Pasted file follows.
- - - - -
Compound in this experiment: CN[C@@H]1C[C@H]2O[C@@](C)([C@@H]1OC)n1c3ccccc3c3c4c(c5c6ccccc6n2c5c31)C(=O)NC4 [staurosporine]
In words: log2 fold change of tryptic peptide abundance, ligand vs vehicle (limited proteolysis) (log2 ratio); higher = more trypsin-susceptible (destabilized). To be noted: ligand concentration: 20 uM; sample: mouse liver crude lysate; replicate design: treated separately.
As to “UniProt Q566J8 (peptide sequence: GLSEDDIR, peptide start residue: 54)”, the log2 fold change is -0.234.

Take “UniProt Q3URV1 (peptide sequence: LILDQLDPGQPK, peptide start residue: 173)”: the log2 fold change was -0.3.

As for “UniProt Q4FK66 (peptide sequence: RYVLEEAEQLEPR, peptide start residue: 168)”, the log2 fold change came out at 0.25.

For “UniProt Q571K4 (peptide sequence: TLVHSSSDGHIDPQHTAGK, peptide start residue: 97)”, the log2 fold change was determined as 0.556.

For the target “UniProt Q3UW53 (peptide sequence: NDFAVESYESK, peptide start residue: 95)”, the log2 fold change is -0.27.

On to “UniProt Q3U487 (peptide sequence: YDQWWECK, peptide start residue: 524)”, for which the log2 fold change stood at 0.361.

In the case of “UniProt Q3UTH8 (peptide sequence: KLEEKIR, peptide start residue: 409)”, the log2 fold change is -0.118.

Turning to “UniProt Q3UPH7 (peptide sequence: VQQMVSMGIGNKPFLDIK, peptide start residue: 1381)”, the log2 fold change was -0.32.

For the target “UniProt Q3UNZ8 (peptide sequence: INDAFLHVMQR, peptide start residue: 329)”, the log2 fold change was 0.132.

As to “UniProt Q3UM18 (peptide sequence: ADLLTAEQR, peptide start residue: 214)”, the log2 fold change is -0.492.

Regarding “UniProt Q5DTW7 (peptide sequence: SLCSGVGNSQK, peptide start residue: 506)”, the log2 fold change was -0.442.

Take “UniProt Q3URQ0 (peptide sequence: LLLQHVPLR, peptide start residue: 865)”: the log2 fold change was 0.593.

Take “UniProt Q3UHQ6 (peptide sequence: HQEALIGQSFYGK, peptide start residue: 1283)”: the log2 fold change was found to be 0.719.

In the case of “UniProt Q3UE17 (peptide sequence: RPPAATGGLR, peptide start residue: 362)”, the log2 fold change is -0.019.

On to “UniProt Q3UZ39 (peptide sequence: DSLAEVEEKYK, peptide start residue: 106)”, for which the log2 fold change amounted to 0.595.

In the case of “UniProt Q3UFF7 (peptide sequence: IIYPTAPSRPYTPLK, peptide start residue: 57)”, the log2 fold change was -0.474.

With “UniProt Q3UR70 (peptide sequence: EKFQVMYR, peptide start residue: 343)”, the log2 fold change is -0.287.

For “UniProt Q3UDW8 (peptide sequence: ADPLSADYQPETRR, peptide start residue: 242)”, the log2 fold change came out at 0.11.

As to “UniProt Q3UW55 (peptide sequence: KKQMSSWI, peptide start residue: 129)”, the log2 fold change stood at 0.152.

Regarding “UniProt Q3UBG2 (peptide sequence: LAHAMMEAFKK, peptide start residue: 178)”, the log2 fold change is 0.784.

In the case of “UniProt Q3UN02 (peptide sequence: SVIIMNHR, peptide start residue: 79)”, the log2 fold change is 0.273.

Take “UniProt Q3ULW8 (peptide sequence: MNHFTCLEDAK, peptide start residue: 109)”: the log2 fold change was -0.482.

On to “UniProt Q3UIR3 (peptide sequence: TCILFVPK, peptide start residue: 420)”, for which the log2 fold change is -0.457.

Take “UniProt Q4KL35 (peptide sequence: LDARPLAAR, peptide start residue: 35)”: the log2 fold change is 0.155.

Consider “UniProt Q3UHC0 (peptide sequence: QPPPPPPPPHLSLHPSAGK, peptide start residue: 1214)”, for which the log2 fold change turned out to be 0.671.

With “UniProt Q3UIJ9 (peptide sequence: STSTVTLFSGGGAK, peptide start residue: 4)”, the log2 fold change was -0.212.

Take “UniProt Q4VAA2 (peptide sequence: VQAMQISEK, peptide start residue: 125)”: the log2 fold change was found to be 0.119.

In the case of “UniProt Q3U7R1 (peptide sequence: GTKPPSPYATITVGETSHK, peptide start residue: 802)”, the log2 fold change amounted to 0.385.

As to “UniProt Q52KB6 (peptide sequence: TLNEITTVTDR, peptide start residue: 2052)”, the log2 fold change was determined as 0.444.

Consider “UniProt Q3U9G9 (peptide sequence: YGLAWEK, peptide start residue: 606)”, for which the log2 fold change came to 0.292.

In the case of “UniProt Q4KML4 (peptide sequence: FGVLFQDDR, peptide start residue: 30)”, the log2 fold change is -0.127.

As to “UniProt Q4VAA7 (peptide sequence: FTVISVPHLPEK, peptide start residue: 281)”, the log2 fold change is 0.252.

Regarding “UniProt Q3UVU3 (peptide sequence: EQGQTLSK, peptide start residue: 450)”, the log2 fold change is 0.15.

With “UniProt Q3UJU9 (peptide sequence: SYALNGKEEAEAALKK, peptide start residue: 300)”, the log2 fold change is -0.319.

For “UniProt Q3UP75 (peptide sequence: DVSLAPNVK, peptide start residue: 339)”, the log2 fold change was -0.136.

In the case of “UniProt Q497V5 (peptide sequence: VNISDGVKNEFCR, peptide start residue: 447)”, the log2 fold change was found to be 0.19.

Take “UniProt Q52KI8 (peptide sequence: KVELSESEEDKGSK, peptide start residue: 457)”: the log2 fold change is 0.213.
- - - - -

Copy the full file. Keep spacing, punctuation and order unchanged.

Compound in this experiment: CN[C@@H]1C[C@H]2O[C@@](C)([C@@H]1OC)n1c3ccccc3c3c4c(c5c6ccccc6n2c5c31)C(=O)NC4 [staurosporine]
In words: log2 fold change of tryptic peptide abundance, ligand vs vehicle (limited proteolysis) (log2 ratio); higher = more trypsin-susceptible (destabilized). To be noted: ligand concentration: 20 uM; sample: mouse liver crude lysate; replicate design: treated separately.
As to “UniProt Q566J8 (peptide sequence: GLSEDDIR, peptide start residue: 54)”, the log2 fold change is -0.234.

Take “UniProt Q3URV1 (peptide sequence: LILDQLDPGQPK, peptide start residue: 173)”: the log2 fold change was -0.3.

As for “UniProt Q4FK66 (peptide sequence: RYVLEEAEQLEPR, peptide start residue: 168)”, the log2 fold change came out at 0.25.

For “UniProt Q571K4 (peptide sequence: TLVHSSSDGHIDPQHTAGK, peptide start residue: 97)”, the log2 fold change was determined as 0.556.

For the target “UniProt Q3UW53 (peptide sequence: NDFAVESYESK, peptide start residue: 95)”, the log2 fold change is -0.27.

On to “UniProt Q3U487 (peptide sequence: YDQWWECK, peptide start residue: 524)”, for which the log2 fold change stood at 0.361.

In the case of “UniProt Q3UTH8 (peptide sequence: KLEEKIR, peptide start residue: 409)”, the log2 fold change is -0.118.

Turning to “UniProt Q3UPH7 (peptide sequence: VQQMVSMGIGNKPFLDIK, peptide start residue: 1381)”, the log2 fold change was -0.32.

For the target “UniProt Q3UNZ8 (peptide sequence: INDAFLHVMQR, peptide start residue: 329)”, the log2 fold change was 0.132.

As to “UniProt Q3UM18 (peptide sequence: ADLLTAEQR, peptide start residue: 214)”, the log2 fold change is -0.492.

Regarding “UniProt Q5DTW7 (peptide sequence: SLCSGVGNSQK, peptide start residue: 506)”, the log2 fold change was -0.442.

Take “UniProt Q3URQ0 (peptide sequence: LLLQHVPLR, peptide start residue: 865)”: the log2 fold change was 0.593.

Take “UniProt Q3UHQ6 (peptide sequence: HQEALIGQSFYGK, peptide start residue: 1283)”: the log2 fold change was found to be 0.719.

In the case of “UniProt Q3UE17 (peptide sequence: RPPAATGGLR, peptide start residue: 362)”, the log2 fold change is -0.019.

On to “UniProt Q3UZ39 (peptide sequence: DSLAEVEEKYK, peptide start residue: 106)”, for which the log2 fold change amounted to 0.595.

In the case of “UniProt Q3UFF7 (peptide sequence: IIYPTAPSRPYTPLK, peptide start residue: 57)”, the log2 fold change was -0.474.

With “UniProt Q3UR70 (peptide sequence: EKFQVMYR, peptide start residue: 343)”, the log2 fold change is -0.287.

For “UniProt Q3UDW8 (peptide sequence: ADPLSADYQPETRR, peptide start residue: 242)”, the log2 fold change came out at 0.11.

As to “UniProt Q3UW55 (peptide sequence: KKQMSSWI, peptide start residue: 129)”, the log2 fold change stood at 0.152.

Regarding “UniProt Q3UBG2 (peptide sequence: LAHAMMEAFKK, peptide start residue: 178)”, the log2 fold change is 0.784.

In the case of “UniProt Q3UN02 (peptide sequence: SVIIMNHR, peptide start residue: 79)”, the log2 fold change is 0.273.

Take “UniProt Q3ULW8 (peptide sequence: MNHFTCLEDAK, peptide start residue: 109)”: the log2 fold change was -0.482.

On to “UniProt Q3UIR3 (peptide sequence: TCILFVPK, peptide start residue: 420)”, for which the log2 fold change is -0.457.

Take “UniProt Q4KL35 (peptide sequence: LDARPLAAR, peptide start residue: 35)”: the log2 fold change is 0.155.

Consider “UniProt Q3UHC0 (peptide sequence: QPPPPPPPPHLSLHPSAGK, peptide start residue: 1214)”, for which the log2 fold change turned out to be 0.671.

With “UniProt Q3UIJ9 (peptide sequence: STSTVTLFSGGGAK, peptide start residue: 4)”, the log2 fold change was -0.212.

Take “UniProt Q4VAA2 (peptide sequence: VQAMQISEK, peptide start residue: 125)”: the log2 fold change was found to be 0.119.

In the case of “UniProt Q3U7R1 (peptide sequence: GTKPPSPYATITVGETSHK, peptide start residue: 802)”, the log2 fold change amounted to 0.385.

As to “UniProt Q52KB6 (peptide sequence: TLNEITTVTDR, peptide start residue: 2052)”, the log2 fold change was determined as 0.444.

Consider “UniProt Q3U9G9 (peptide sequence: YGLAWEK, peptide start residue: 606)”, for which the log2 fold change came to 0.292.

In the case of “UniProt Q4KML4 (peptide sequence: FGVLFQDDR, peptide start residue: 30)”, the log2 fold change is -0.127.

As to “UniProt Q4VAA7 (peptide sequence: FTVISVPHLPEK, peptide start residue: 281)”, the log2 fold change is 0.252.

Regarding “UniProt Q3UVU3 (peptide sequence: EQGQTLSK, peptide start residue: 450)”, the log2 fold change is 0.15.

With “UniProt Q3UJU9 (peptide sequence: SYALNGKEEAEAALKK, peptide start residue: 300)”, the log2 fold change is -0.319.

For “UniProt Q3UP75 (peptide sequence: DVSLAPNVK, peptide start residue: 339)”, the log2 fold change was -0.136.

In the case of “UniProt Q497V5 (peptide sequence: VNISDGVKNEFCR, peptide start residue: 447)”, the log2 fold change was found to be 0.19.

Take “UniProt Q52KI8 (peptide sequence: KVELSESEEDKGSK, peptide start residue: 457)”: the log2 fold change is 0.213.